We (4) previously showed that p120 regulates TEM by inhibition of tyrosine phosphorylation of the VE-cad cytoplasmic domain triggered by ICAM-1 engagement. Next, we evaluated if overexpression of p120-4AGFP affected phosphorylation of VE-cad at Tyr658 under baseline conditions. Overexpression of both p120 isoforms resulted in a reduction in the levels of VE-cad phosphorylation in resting cells that was concurrent with an increase in total VE-cad protein level. We calculated the ratio P-VE-cad to total VE-cad and showed that it is significantly reduced by overexpression of either isoform of p120 (Fig. 4C), suggesting that p120 overexpression induced a net increase in the amount of nonphosphorylated VE-cad (and a decrease in phosphorylated VE-cad) independent of RhoA association with p120. Given this striking result, we next examined the effects of p120-1AGFP overexpression on RhoA activation. Thus confluent HUVEC monolayers were stimulated with thrombin, a potent RhoA activator (9). We found that p120 overexpression had no effect on GTP-bound (active) RhoA as assayed by Rhotekin pull-down (Fig. 4D). As a control, preincubation with an inhibitor of RhoA (C3TCb peptide) completely inhibited thrombin-induced RhoA activation (Fig. 4E). In a second assay, few actin stress fibers were present in resting HUVEC and p120 overexpression did not prevent thrombin-induced stress fiber formation, a process known to be mediated by RhoA activation (Fig. 4F). Because VE-cad tyrosine phosphorylation is induced downstream of ICAM-1 engagement during TEM (4, 17, 25, 37), we also evaluated whether ICAM-1 crosslinking triggered RhoA activation and if this action was altered by p120 overexpression as determined by G-lisa assays as an alternative method for measuring RhoA activation. Anti-ICAM-1-coated beads induced activation of RhoA that peaked at 10 min in 16-h TNF-α-stimulated HUVEC and overexpression of p120 did not alter this response (Fig. 5A). We also evaluated by G-lisa whether p120 overexpression was linked to an alteration in the activation of Rac, which is activated in other cell types by p120 overexpression (26). We found that ICAM-1 crosslinking led to activation of Rac that peaked after 4 min in TNF-α-treated Adv-GFP HUVEC, and this effect was not altered by p120 overexpression (Fig. 5B). Thus p120 overexpression in HUVEC does not affect the GTPases RhoA or Rac, supporting the conclusion that p120 regulates PMN transmigration independently of an effect on RhoA or Rac activation.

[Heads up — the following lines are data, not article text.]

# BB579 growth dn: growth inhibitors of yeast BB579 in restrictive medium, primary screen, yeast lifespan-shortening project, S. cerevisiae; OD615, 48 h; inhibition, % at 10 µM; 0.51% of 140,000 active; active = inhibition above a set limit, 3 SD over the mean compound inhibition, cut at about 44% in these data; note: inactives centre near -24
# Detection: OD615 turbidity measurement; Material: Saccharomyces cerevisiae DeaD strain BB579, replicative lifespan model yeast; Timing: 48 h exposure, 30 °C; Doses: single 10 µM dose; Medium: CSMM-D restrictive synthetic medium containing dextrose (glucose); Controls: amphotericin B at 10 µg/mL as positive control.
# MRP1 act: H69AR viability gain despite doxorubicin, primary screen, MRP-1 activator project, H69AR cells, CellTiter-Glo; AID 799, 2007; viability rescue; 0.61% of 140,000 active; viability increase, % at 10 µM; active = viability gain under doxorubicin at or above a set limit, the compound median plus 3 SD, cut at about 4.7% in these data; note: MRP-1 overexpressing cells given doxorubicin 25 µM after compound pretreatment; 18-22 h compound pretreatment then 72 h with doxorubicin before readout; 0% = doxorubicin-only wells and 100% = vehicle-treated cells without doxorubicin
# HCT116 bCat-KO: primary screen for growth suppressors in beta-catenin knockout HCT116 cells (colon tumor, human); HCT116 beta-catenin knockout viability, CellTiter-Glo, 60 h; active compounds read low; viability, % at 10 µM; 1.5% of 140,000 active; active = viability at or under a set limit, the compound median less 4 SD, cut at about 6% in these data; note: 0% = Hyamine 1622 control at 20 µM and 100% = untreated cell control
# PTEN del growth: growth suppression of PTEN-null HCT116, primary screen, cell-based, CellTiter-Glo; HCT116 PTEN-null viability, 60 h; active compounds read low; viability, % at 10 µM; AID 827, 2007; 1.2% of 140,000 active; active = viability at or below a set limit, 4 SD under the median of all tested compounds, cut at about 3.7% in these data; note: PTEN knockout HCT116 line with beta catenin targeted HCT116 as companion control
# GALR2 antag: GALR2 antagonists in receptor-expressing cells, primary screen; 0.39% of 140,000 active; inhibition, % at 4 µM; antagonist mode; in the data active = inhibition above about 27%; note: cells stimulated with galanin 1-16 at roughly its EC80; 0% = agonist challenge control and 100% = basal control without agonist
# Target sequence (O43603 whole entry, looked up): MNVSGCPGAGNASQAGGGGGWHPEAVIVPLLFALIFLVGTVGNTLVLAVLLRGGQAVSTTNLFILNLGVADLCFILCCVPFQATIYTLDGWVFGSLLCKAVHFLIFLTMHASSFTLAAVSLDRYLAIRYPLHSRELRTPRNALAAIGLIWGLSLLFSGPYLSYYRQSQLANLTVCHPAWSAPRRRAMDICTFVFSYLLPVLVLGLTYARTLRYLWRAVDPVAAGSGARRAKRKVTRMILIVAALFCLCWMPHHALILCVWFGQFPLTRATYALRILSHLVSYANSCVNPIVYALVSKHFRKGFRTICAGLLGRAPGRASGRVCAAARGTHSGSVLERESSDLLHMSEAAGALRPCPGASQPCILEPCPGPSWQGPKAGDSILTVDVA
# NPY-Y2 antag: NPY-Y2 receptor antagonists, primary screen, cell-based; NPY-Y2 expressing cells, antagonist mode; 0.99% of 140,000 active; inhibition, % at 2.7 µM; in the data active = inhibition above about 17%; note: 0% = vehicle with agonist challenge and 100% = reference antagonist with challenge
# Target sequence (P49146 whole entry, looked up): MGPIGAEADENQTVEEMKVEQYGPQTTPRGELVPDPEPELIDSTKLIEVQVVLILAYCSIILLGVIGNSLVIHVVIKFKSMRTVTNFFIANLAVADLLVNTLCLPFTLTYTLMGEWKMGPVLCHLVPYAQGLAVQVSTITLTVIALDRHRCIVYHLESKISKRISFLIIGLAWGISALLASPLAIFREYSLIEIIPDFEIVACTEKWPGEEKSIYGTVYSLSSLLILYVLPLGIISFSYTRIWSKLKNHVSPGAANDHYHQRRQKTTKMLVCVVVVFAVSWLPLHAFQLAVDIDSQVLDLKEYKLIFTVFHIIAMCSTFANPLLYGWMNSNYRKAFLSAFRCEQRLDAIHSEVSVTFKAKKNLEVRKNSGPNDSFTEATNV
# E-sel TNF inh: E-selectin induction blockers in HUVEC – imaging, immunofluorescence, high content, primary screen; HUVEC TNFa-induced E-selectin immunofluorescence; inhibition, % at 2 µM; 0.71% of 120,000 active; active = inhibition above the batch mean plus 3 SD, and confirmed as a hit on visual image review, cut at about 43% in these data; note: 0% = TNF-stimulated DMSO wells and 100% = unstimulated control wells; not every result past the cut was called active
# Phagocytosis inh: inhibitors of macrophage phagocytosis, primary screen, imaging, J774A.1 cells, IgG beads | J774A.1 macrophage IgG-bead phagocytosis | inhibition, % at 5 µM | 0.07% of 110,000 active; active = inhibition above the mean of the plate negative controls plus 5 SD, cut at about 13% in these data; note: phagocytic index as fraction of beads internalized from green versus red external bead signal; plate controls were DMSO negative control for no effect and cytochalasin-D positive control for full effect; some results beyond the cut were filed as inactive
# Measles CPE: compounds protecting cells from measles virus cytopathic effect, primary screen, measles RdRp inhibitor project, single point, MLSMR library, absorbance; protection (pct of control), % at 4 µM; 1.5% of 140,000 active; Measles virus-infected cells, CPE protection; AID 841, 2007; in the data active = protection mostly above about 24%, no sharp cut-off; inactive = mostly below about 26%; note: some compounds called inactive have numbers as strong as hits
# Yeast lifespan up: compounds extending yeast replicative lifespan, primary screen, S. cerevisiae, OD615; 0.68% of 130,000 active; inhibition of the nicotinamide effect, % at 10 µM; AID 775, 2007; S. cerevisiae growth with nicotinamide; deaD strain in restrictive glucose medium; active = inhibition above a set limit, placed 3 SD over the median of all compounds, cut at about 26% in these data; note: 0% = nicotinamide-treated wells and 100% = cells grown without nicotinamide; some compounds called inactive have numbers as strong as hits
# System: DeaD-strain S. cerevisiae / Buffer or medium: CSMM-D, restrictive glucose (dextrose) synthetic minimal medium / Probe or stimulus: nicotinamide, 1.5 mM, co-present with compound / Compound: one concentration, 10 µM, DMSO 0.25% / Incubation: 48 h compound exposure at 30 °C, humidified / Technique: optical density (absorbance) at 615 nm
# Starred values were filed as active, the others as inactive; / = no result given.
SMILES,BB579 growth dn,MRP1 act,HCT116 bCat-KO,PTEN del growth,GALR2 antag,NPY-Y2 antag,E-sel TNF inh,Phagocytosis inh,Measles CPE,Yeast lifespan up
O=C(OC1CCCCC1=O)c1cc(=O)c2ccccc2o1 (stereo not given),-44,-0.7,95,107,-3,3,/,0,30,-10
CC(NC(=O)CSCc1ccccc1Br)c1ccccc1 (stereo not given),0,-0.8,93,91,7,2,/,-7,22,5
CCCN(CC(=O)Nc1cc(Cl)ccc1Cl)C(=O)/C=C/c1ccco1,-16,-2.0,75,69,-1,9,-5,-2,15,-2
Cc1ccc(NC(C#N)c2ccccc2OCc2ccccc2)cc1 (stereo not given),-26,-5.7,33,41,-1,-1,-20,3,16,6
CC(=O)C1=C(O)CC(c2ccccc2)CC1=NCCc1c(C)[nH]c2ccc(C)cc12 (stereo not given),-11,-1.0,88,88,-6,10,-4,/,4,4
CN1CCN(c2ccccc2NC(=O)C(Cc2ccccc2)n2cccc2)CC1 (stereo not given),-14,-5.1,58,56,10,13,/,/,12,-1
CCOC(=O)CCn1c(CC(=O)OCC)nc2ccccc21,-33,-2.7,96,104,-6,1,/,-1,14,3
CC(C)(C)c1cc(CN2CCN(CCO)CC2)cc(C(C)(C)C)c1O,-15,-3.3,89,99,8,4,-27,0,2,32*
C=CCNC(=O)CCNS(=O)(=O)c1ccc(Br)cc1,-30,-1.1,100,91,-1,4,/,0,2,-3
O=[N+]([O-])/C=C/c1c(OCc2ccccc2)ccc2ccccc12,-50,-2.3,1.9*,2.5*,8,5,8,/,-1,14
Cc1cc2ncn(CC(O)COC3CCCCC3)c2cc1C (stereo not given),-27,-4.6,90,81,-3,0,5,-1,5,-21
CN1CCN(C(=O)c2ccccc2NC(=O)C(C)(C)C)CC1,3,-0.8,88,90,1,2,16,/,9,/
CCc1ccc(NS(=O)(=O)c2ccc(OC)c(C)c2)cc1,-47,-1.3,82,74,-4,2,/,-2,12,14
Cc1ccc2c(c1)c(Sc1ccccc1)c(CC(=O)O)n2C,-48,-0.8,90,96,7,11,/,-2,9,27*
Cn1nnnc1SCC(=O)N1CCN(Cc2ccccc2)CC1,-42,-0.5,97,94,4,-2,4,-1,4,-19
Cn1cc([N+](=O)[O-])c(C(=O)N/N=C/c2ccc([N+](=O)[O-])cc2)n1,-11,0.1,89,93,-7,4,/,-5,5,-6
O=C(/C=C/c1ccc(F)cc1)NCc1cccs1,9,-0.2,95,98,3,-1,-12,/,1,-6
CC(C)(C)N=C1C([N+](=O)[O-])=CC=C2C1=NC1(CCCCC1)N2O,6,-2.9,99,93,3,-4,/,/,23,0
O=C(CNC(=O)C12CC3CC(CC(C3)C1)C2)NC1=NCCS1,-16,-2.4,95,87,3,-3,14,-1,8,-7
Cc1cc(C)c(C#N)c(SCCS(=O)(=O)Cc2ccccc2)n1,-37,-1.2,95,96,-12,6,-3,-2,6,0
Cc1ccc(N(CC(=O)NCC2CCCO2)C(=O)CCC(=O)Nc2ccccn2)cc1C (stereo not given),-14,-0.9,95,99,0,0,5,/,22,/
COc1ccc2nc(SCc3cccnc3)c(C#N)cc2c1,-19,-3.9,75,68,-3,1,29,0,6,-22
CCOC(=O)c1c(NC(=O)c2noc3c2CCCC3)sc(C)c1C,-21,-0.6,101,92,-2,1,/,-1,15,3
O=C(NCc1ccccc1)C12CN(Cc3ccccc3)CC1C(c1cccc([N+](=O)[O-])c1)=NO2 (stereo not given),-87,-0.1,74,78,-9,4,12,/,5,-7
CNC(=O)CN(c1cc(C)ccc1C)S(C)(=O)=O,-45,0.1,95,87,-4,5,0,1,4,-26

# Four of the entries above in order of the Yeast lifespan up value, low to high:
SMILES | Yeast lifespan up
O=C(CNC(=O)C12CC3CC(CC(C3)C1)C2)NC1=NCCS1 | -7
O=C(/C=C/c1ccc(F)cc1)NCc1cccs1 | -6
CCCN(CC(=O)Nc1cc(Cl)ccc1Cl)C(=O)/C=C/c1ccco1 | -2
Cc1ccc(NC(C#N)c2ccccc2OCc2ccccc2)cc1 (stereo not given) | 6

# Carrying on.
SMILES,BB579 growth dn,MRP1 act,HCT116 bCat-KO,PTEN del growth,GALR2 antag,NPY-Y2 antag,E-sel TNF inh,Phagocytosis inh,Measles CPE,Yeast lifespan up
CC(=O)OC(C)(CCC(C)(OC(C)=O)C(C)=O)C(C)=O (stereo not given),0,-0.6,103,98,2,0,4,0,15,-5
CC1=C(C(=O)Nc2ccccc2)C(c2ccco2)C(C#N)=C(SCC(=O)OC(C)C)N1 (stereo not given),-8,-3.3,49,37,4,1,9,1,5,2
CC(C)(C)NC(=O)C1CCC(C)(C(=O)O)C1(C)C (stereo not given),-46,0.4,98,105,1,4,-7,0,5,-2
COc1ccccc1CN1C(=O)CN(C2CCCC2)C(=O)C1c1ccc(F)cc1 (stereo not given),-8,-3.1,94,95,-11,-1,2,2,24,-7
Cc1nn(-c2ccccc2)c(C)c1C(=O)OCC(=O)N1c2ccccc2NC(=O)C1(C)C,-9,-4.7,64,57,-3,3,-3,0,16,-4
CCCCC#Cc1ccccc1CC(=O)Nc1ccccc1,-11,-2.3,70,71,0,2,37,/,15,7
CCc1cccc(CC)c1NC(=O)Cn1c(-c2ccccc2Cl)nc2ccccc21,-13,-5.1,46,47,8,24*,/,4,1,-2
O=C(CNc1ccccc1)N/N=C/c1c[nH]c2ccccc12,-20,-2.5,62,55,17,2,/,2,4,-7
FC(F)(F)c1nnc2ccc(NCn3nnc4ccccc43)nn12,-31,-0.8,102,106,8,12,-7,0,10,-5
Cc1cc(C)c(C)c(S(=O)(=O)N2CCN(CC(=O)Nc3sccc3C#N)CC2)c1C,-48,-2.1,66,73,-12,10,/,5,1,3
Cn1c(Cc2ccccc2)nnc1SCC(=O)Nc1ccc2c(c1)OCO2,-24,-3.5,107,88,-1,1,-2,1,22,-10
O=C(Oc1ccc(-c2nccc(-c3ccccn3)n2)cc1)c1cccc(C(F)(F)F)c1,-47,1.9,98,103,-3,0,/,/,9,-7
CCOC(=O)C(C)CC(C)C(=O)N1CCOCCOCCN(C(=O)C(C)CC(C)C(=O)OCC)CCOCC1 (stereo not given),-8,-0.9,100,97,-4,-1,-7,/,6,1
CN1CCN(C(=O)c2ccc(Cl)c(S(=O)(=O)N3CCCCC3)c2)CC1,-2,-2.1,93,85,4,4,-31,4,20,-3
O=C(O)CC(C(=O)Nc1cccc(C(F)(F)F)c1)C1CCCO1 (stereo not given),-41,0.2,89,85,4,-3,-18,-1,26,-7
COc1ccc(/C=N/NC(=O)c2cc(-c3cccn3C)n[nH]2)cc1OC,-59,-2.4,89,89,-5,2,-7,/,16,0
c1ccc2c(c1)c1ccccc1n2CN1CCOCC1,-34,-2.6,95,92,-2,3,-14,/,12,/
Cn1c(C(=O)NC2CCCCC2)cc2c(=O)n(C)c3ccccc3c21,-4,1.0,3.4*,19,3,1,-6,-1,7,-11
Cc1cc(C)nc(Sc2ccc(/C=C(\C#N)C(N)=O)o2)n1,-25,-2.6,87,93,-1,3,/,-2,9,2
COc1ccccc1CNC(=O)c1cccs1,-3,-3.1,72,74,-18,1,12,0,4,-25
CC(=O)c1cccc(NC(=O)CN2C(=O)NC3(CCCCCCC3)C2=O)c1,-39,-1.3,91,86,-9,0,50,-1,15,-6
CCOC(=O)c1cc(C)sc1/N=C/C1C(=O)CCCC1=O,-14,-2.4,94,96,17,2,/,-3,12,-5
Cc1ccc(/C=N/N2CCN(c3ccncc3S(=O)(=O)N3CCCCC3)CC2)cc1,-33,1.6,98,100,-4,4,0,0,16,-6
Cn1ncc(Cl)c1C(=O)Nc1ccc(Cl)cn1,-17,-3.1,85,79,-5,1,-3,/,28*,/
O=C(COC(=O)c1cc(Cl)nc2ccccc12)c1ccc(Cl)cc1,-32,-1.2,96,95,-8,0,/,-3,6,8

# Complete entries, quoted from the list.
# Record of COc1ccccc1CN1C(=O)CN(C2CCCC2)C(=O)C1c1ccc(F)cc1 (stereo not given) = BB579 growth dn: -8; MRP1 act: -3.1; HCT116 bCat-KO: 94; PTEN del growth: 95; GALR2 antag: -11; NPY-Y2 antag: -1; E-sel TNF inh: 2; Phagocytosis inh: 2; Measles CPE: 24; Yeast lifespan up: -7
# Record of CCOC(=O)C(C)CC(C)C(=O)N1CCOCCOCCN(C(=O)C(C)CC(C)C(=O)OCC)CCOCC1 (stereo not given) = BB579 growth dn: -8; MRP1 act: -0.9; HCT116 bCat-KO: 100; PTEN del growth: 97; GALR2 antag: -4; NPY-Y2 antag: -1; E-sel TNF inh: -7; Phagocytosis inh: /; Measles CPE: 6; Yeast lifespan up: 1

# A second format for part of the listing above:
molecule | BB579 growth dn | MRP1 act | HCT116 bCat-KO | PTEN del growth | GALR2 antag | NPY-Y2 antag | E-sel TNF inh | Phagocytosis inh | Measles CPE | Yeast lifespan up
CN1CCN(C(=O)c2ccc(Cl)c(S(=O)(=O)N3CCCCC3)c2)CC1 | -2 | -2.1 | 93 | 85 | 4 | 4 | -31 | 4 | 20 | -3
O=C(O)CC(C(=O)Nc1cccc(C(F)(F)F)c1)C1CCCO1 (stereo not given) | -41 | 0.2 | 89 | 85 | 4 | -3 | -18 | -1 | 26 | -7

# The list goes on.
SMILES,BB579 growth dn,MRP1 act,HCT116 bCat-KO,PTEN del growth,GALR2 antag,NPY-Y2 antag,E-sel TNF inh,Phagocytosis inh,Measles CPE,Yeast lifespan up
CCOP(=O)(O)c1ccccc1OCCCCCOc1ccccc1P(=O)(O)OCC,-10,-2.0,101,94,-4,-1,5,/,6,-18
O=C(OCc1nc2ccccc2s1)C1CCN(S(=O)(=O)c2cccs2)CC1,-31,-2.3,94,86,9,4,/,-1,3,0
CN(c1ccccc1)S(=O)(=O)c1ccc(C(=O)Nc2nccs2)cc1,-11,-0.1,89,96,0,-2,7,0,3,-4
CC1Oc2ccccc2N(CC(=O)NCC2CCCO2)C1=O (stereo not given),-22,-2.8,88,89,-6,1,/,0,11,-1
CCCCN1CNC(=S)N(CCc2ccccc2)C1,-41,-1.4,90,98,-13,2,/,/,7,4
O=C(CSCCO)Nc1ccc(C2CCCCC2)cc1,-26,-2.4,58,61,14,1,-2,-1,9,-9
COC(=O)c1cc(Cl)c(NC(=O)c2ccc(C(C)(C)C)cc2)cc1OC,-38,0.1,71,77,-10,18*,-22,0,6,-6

p120 overexpression prevents the association of pY416-src with VE-cad and reduces PI3K p110α expression.
Because p120 overexpression inhibited TEM through a mechanism involving VE-cad phosphorylation (4), which is independent of RhoA activity as demonstrated in Fig. 4C, and Src is involved in leukocyte TEM and contributes to VE-cad tyrosine phosphorylation (44, 45), we investigated whether p120 overexpression reduces VE-cad tyrosine phosphorylation through a mechanism involving Src inhibition. Treatment of TNF-α stimulated HUVEC with the Src inhibitor PP2 (18) resulted in a 69% inhibition in TEM of PMN compared with carrier (DMSO)-treated cells (Fig. 6A) and in a significant inhibition of P-src association with VE-cad, as detected by coimmunoprecipitation studies and immunoblot using pY416-Src MAb that detects activated Src (28) (Fig. 6B). Interestingly, coimmunoprecipitation studies also revealed that pY416-Src is associated with VE-cad in HUVEC after crosslinking with control beads (anti-MHC-I beads) or anti-ICAM-1 beads and that overexpression of p120 inhibited significantly pY416-Src association with VE-cad in both situations. Notably, a significant amount of pY416-Src is constitutively associated with VE-cad in HUVEC, and crosslinking with anti-ICAM-1 beads did not further enhance p416-Src association with VE-cad, although p120 overexpression still inhibited this association during anti-ICAM-1 crosslinking.
A recent study (12) reported that PI3K isoform p110α contributes to endothelial monolayer permeability and leukocyte TEM through Pyk-2 activation and association with the VE-cad complex, and increased Rac1 and RhoA activity. Interestingly, in our hands overexpression of p120-1A reduced p110α levels by 30% in TNF-α activated HUVEC (Fig. 7A). In our system, however, we were unable to consistently detect p110α association with the VE-cad complex in HUVEC transduced with GFP or p1201A Adv (Fig. 7B). Thus we cannot determine its contribution to inhibition of TEM by p120 overexpression.